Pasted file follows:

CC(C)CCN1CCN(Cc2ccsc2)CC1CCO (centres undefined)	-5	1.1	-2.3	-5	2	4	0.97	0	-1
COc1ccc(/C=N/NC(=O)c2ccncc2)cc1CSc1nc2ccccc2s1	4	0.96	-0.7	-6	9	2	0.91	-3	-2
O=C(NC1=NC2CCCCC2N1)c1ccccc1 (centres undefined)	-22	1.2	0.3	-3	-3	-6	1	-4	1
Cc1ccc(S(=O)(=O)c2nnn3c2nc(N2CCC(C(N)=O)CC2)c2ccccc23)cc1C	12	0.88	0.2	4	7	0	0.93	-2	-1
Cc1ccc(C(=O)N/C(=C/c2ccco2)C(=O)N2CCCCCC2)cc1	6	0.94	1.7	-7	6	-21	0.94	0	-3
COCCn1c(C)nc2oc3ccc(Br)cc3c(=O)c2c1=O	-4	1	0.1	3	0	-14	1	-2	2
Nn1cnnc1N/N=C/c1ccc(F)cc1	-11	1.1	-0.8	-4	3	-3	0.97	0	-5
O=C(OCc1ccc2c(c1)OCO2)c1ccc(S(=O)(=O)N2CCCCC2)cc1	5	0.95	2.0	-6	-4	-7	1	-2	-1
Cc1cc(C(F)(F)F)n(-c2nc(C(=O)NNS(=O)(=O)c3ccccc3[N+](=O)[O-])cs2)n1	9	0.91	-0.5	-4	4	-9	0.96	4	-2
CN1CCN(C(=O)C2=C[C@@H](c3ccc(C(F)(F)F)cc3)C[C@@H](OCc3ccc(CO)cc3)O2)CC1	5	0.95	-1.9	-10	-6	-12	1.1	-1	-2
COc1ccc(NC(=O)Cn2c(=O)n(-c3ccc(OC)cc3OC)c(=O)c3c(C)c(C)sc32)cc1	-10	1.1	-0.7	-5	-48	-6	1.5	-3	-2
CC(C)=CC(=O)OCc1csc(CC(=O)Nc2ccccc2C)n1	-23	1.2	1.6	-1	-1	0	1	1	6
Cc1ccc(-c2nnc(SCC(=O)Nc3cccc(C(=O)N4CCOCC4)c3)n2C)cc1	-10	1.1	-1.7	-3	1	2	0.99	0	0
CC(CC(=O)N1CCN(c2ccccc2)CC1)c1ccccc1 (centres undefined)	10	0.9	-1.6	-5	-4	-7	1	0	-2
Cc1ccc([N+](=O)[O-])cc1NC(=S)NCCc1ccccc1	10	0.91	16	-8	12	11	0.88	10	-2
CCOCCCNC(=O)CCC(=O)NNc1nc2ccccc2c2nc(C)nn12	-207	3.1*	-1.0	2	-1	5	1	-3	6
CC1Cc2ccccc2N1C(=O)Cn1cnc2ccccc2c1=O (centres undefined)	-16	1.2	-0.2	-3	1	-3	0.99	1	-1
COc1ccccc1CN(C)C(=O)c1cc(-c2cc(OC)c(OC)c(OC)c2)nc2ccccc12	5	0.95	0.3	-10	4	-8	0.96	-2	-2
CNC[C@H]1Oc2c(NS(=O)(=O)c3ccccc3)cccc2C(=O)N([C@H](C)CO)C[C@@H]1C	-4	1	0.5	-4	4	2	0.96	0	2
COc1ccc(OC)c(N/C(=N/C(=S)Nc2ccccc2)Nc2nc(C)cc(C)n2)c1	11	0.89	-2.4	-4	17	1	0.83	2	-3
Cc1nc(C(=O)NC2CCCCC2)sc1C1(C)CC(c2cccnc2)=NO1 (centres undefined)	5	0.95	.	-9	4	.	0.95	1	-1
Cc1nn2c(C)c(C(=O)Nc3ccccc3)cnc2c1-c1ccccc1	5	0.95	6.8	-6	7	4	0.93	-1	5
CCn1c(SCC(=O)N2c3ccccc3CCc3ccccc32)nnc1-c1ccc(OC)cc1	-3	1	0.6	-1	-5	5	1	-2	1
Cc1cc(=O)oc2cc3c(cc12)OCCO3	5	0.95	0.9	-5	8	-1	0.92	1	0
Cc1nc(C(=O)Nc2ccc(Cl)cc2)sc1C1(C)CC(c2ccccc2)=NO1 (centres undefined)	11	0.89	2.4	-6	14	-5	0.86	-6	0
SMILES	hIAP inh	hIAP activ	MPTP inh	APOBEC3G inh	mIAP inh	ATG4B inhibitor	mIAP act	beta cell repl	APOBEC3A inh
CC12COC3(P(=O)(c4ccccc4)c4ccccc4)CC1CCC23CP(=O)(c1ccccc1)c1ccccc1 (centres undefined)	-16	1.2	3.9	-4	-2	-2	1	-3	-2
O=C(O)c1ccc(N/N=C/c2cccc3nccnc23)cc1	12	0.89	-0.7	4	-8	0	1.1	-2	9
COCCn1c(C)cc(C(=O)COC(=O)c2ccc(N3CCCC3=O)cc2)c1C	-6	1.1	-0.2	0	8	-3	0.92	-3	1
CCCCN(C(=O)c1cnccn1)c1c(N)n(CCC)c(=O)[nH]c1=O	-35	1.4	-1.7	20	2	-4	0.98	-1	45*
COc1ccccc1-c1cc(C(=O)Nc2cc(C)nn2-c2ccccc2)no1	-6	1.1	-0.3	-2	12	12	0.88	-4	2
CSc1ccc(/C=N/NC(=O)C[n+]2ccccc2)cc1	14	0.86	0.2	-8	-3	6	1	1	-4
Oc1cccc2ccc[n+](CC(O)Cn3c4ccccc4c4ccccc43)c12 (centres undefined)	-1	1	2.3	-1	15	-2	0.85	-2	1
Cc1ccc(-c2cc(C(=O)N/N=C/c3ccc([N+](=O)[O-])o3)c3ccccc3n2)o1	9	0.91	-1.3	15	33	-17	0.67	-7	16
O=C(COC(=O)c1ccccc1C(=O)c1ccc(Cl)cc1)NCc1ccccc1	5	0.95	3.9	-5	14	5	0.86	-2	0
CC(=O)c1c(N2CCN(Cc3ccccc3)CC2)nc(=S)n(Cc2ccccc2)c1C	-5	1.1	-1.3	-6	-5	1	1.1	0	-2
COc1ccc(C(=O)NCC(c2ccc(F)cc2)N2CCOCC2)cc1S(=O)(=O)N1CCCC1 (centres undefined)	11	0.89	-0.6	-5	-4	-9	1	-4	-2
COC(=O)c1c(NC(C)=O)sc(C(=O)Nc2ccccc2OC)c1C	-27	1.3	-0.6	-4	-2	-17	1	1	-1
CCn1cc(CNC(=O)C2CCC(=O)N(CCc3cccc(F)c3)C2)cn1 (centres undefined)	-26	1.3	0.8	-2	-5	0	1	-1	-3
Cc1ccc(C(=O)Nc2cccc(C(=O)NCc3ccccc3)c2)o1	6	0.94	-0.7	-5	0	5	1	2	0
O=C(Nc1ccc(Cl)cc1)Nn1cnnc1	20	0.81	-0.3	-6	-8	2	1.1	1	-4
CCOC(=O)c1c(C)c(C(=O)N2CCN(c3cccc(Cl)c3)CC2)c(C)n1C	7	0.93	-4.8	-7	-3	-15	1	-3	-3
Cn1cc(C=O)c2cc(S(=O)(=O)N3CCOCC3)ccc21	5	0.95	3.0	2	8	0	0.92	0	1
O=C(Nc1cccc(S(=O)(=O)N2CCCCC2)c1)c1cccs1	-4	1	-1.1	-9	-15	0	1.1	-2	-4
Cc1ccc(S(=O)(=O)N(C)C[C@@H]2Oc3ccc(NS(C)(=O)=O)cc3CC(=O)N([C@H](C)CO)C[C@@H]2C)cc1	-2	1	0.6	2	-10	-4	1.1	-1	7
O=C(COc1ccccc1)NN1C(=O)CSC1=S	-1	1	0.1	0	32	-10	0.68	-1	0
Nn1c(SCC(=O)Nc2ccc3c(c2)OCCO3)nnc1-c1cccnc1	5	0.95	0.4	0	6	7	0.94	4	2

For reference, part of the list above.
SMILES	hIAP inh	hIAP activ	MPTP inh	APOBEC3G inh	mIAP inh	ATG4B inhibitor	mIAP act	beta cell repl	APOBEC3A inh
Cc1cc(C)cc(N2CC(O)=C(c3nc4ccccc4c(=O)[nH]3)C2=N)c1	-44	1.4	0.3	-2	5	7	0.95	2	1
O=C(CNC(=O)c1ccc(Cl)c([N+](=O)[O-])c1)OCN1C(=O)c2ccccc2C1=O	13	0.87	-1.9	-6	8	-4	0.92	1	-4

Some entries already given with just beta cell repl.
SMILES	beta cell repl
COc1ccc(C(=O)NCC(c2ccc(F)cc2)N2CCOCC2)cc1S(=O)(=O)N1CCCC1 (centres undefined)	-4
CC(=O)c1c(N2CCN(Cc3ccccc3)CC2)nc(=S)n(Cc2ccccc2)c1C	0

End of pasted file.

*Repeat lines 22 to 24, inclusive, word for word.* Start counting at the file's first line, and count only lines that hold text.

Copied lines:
Cc1nn2c(C)c(C(=O)Nc3ccccc3)cnc2c1-c1ccccc1	5	0.95	6.8	-6	7	4	0.93	-1	5
CCn1c(SCC(=O)N2c3ccccc3CCc3ccccc32)nnc1-c1ccc(OC)cc1	-3	1	0.6	-1	-5	5	1	-2	1
Cc1cc(=O)oc2cc3c(cc12)OCCO3	5	0.95	0.9	-5	8	-1	0.92	1	0